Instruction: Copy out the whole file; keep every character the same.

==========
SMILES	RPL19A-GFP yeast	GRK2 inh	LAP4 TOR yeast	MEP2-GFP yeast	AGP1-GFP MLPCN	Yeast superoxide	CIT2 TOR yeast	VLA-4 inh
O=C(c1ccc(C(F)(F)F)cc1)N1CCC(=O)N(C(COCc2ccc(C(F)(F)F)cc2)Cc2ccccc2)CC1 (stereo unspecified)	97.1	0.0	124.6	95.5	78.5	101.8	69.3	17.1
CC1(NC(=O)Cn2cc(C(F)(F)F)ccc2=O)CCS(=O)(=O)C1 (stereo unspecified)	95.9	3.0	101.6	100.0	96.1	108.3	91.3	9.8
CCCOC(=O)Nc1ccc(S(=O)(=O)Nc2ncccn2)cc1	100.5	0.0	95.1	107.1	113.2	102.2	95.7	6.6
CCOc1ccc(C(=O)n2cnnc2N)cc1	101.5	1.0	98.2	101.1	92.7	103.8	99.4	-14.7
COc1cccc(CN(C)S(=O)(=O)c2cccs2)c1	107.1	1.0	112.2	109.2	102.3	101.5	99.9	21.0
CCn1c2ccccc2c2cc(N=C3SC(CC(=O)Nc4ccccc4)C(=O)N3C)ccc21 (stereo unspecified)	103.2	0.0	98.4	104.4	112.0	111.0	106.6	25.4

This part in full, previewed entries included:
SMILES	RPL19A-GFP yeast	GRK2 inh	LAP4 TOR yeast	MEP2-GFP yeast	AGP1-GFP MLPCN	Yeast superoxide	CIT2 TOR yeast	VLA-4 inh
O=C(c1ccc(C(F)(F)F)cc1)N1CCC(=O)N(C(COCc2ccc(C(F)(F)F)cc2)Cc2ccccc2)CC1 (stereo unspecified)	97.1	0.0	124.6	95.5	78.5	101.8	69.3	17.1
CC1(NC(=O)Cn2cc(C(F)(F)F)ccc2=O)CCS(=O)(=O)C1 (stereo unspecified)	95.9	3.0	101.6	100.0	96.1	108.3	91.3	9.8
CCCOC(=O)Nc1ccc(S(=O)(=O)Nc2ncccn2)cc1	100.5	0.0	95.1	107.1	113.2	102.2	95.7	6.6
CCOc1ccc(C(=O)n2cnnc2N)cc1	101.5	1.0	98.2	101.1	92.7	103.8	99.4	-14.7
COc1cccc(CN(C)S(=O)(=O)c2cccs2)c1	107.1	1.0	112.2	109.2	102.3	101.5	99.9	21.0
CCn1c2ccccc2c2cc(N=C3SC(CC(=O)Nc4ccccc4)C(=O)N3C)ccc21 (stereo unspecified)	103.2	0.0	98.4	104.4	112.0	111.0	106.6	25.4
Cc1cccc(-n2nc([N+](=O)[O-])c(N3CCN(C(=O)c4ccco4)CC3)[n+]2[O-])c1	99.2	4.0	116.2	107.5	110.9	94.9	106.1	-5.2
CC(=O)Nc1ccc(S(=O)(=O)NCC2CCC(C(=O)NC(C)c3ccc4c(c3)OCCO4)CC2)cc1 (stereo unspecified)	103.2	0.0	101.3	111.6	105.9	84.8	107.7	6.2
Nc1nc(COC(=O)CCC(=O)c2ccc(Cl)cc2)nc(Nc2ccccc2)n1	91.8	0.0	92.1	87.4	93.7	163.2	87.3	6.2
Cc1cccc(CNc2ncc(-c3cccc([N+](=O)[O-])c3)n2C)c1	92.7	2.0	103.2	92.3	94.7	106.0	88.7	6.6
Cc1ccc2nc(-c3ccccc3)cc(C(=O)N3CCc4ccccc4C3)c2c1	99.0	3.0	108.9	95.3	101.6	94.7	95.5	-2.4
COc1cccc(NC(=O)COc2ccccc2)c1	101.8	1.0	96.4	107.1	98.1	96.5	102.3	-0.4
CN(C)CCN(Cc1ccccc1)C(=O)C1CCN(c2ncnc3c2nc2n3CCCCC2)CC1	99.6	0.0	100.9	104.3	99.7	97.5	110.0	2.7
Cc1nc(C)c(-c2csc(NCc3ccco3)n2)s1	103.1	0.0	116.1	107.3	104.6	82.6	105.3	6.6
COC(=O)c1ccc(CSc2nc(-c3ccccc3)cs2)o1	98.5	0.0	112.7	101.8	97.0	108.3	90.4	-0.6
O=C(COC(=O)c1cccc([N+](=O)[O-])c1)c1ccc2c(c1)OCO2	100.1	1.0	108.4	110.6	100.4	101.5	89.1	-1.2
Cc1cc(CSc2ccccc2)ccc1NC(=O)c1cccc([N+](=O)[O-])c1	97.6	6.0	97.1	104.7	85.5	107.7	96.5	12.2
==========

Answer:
SMILES	RPL19A-GFP yeast	GRK2 inh	LAP4 TOR yeast	MEP2-GFP yeast	AGP1-GFP MLPCN	Yeast superoxide	CIT2 TOR yeast	VLA-4 inh
O=C(c1ccc(C(F)(F)F)cc1)N1CCC(=O)N(C(COCc2ccc(C(F)(F)F)cc2)Cc2ccccc2)CC1 (stereo unspecified)	97.1	0.0	124.6	95.5	78.5	101.8	69.3	17.1
CC1(NC(=O)Cn2cc(C(F)(F)F)ccc2=O)CCS(=O)(=O)C1 (stereo unspecified)	95.9	3.0	101.6	100.0	96.1	108.3	91.3	9.8
CCCOC(=O)Nc1ccc(S(=O)(=O)Nc2ncccn2)cc1	100.5	0.0	95.1	107.1	113.2	102.2	95.7	6.6
CCOc1ccc(C(=O)n2cnnc2N)cc1	101.5	1.0	98.2	101.1	92.7	103.8	99.4	-14.7
COc1cccc(CN(C)S(=O)(=O)c2cccs2)c1	107.1	1.0	112.2	109.2	102.3	101.5	99.9	21.0
CCn1c2ccccc2c2cc(N=C3SC(CC(=O)Nc4ccccc4)C(=O)N3C)ccc21 (stereo unspecified)	103.2	0.0	98.4	104.4	112.0	111.0	106.6	25.4

This part in full, previewed entries included:
SMILES	RPL19A-GFP yeast	GRK2 inh	LAP4 TOR yeast	MEP2-GFP yeast	AGP1-GFP MLPCN	Yeast superoxide	CIT2 TOR yeast	VLA-4 inh
O=C(c1ccc(C(F)(F)F)cc1)N1CCC(=O)N(C(COCc2ccc(C(F)(F)F)cc2)Cc2ccccc2)CC1 (stereo unspecified)	97.1	0.0	124.6	95.5	78.5	101.8	69.3	17.1
CC1(NC(=O)Cn2cc(C(F)(F)F)ccc2=O)CCS(=O)(=O)C1 (stereo unspecified)	95.9	3.0	101.6	100.0	96.1	108.3	91.3	9.8
CCCOC(=O)Nc1ccc(S(=O)(=O)Nc2ncccn2)cc1	100.5	0.0	95.1	107.1	113.2	102.2	95.7	6.6
CCOc1ccc(C(=O)n2cnnc2N)cc1	101.5	1.0	98.2	101.1	92.7	103.8	99.4	-14.7
COc1cccc(CN(C)S(=O)(=O)c2cccs2)c1	107.1	1.0	112.2	109.2	102.3	101.5	99.9	21.0
CCn1c2ccccc2c2cc(N=C3SC(CC(=O)Nc4ccccc4)C(=O)N3C)ccc21 (stereo unspecified)	103.2	0.0	98.4	104.4	112.0	111.0	106.6	25.4
Cc1cccc(-n2nc([N+](=O)[O-])c(N3CCN(C(=O)c4ccco4)CC3)[n+]2[O-])c1	99.2	4.0	116.2	107.5	110.9	94.9	106.1	-5.2
CC(=O)Nc1ccc(S(=O)(=O)NCC2CCC(C(=O)NC(C)c3ccc4c(c3)OCCO4)CC2)cc1 (stereo unspecified)	103.2	0.0	101.3	111.6	105.9	84.8	107.7	6.2
Nc1nc(COC(=O)CCC(=O)c2ccc(Cl)cc2)nc(Nc2ccccc2)n1	91.8	0.0	92.1	87.4	93.7	163.2	87.3	6.2
Cc1cccc(CNc2ncc(-c3cccc([N+](=O)[O-])c3)n2C)c1	92.7	2.0	103.2	92.3	94.7	106.0	88.7	6.6
Cc1ccc2nc(-c3ccccc3)cc(C(=O)N3CCc4ccccc4C3)c2c1	99.0	3.0	108.9	95.3	101.6	94.7	95.5	-2.4
COc1cccc(NC(=O)COc2ccccc2)c1	101.8	1.0	96.4	107.1	98.1	96.5	102.3	-0.4
CN(C)CCN(Cc1ccccc1)C(=O)C1CCN(c2ncnc3c2nc2n3CCCCC2)CC1	99.6	0.0	100.9	104.3	99.7	97.5	110.0	2.7
Cc1nc(C)c(-c2csc(NCc3ccco3)n2)s1	103.1	0.0	116.1	107.3	104.6	82.6	105.3	6.6
COC(=O)c1ccc(CSc2nc(-c3ccccc3)cs2)o1	98.5	0.0	112.7	101.8	97.0	108.3	90.4	-0.6
O=C(COC(=O)c1cccc([N+](=O)[O-])c1)c1ccc2c(c1)OCO2	100.1	1.0	108.4	110.6	100.4	101.5	89.1	-1.2
Cc1cc(CSc2ccccc2)ccc1NC(=O)c1cccc([N+](=O)[O-])c1	97.6	6.0	97.1	104.7	85.5	107.7	96.5	12.2